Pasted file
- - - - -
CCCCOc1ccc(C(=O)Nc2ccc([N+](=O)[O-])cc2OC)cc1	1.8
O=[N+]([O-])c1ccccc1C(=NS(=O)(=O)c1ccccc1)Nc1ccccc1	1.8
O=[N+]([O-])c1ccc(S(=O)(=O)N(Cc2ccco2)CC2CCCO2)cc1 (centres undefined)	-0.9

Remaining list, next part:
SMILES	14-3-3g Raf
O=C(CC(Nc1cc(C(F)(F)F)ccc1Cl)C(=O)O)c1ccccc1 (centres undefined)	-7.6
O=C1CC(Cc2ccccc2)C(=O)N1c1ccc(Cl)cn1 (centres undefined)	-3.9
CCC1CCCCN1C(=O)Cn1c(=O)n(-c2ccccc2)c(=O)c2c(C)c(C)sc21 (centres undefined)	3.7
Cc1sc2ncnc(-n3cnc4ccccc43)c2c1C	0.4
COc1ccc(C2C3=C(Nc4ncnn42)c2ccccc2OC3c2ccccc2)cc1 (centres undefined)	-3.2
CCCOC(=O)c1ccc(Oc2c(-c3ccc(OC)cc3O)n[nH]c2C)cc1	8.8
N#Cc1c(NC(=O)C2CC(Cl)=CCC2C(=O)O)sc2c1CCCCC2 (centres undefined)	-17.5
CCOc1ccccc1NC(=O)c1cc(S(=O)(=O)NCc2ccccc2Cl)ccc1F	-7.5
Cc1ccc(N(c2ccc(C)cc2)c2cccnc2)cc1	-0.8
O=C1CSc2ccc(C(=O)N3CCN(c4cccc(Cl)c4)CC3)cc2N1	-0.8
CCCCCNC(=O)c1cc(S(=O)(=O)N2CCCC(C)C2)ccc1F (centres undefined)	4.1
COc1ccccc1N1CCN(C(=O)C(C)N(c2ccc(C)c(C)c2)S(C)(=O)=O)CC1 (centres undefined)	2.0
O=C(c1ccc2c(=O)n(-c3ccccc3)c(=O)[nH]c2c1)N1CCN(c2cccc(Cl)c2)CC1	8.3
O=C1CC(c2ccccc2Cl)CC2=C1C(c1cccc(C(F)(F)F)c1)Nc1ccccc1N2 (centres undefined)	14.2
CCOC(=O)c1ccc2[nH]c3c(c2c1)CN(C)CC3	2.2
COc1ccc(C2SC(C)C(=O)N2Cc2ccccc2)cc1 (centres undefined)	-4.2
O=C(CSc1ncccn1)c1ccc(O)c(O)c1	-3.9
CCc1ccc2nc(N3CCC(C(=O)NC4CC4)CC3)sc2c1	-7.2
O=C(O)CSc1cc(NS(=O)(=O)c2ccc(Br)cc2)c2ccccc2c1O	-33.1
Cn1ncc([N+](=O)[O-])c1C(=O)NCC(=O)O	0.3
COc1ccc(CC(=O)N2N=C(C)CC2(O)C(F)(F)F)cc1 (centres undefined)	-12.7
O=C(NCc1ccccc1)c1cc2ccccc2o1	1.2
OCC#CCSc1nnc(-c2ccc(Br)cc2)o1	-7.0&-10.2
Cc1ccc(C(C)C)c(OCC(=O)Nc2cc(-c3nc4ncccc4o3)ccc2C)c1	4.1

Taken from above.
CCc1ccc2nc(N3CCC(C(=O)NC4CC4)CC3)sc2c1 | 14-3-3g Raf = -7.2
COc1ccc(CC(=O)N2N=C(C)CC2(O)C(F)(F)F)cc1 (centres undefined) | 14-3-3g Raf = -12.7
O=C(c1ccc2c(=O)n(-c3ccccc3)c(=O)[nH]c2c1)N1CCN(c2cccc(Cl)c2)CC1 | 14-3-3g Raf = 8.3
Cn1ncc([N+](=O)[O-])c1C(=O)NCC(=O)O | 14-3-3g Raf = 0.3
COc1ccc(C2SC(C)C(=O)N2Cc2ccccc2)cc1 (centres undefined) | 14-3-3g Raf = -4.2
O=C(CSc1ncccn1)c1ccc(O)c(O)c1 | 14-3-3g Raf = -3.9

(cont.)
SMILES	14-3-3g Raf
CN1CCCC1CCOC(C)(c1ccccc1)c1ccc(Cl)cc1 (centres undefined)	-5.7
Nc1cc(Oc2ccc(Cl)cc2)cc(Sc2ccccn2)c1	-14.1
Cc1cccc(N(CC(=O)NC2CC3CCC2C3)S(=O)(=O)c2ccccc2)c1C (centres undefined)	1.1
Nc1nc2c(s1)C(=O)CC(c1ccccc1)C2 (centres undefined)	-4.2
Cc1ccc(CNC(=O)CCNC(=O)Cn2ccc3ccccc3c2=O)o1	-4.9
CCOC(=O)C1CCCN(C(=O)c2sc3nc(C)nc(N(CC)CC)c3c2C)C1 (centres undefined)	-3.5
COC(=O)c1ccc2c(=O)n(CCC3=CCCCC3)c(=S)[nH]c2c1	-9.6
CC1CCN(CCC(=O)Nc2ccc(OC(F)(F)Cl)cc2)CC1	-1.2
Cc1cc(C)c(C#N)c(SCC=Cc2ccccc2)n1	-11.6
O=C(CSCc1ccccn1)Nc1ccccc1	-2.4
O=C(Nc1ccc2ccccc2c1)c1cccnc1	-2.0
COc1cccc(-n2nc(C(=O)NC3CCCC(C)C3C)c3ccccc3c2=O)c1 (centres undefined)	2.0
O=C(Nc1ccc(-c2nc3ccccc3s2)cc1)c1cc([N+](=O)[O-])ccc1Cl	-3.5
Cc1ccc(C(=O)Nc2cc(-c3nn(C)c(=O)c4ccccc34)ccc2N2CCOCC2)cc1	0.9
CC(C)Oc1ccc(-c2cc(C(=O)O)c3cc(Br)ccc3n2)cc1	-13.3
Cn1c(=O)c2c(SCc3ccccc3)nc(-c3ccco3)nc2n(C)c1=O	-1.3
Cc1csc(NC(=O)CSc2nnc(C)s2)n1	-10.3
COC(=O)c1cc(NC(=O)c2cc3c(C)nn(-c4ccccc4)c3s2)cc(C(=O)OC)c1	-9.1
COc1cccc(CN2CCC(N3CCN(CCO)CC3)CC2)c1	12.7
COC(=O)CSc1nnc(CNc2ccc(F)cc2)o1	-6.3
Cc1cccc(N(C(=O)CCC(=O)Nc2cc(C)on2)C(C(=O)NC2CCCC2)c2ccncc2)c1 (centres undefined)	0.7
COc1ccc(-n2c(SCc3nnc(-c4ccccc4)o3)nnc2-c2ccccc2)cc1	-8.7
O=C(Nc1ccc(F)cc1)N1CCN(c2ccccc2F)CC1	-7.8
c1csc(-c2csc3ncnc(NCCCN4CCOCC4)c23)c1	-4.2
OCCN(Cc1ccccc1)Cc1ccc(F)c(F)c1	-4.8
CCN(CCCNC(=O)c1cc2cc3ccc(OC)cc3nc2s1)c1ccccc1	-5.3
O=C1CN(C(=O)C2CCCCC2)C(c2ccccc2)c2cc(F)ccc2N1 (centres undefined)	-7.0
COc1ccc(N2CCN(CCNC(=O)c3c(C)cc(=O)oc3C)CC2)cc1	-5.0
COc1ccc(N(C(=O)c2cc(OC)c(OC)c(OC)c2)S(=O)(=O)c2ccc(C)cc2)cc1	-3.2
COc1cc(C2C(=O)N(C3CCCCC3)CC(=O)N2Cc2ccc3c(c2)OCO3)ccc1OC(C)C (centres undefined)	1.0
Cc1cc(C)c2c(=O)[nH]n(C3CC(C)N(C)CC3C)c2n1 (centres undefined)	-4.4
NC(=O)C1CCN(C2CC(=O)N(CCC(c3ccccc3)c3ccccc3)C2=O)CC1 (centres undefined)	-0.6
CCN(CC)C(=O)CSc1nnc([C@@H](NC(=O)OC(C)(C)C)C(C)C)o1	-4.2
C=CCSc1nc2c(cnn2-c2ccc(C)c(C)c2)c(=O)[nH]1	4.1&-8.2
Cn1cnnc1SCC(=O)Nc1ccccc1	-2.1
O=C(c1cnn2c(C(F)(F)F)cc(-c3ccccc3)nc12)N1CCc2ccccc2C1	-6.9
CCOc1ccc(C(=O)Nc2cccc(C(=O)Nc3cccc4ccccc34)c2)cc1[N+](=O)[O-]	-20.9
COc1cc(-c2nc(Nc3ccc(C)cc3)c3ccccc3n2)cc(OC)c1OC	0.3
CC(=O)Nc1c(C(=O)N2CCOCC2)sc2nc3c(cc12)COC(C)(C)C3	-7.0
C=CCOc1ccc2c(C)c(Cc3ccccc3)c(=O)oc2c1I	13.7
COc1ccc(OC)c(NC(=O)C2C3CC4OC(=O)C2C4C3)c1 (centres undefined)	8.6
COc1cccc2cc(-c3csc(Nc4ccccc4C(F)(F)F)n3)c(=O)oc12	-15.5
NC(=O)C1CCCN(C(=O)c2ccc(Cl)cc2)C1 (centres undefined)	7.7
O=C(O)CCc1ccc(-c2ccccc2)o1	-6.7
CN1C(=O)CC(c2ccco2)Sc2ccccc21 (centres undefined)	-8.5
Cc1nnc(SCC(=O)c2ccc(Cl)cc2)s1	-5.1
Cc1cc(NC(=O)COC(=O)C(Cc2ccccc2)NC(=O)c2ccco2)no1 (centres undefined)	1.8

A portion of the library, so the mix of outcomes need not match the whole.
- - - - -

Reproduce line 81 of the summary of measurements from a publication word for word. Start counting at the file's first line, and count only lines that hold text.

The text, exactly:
NC(=O)C1CCCN(C(=O)c2ccc(Cl)cc2)C1 (centres undefined)	7.7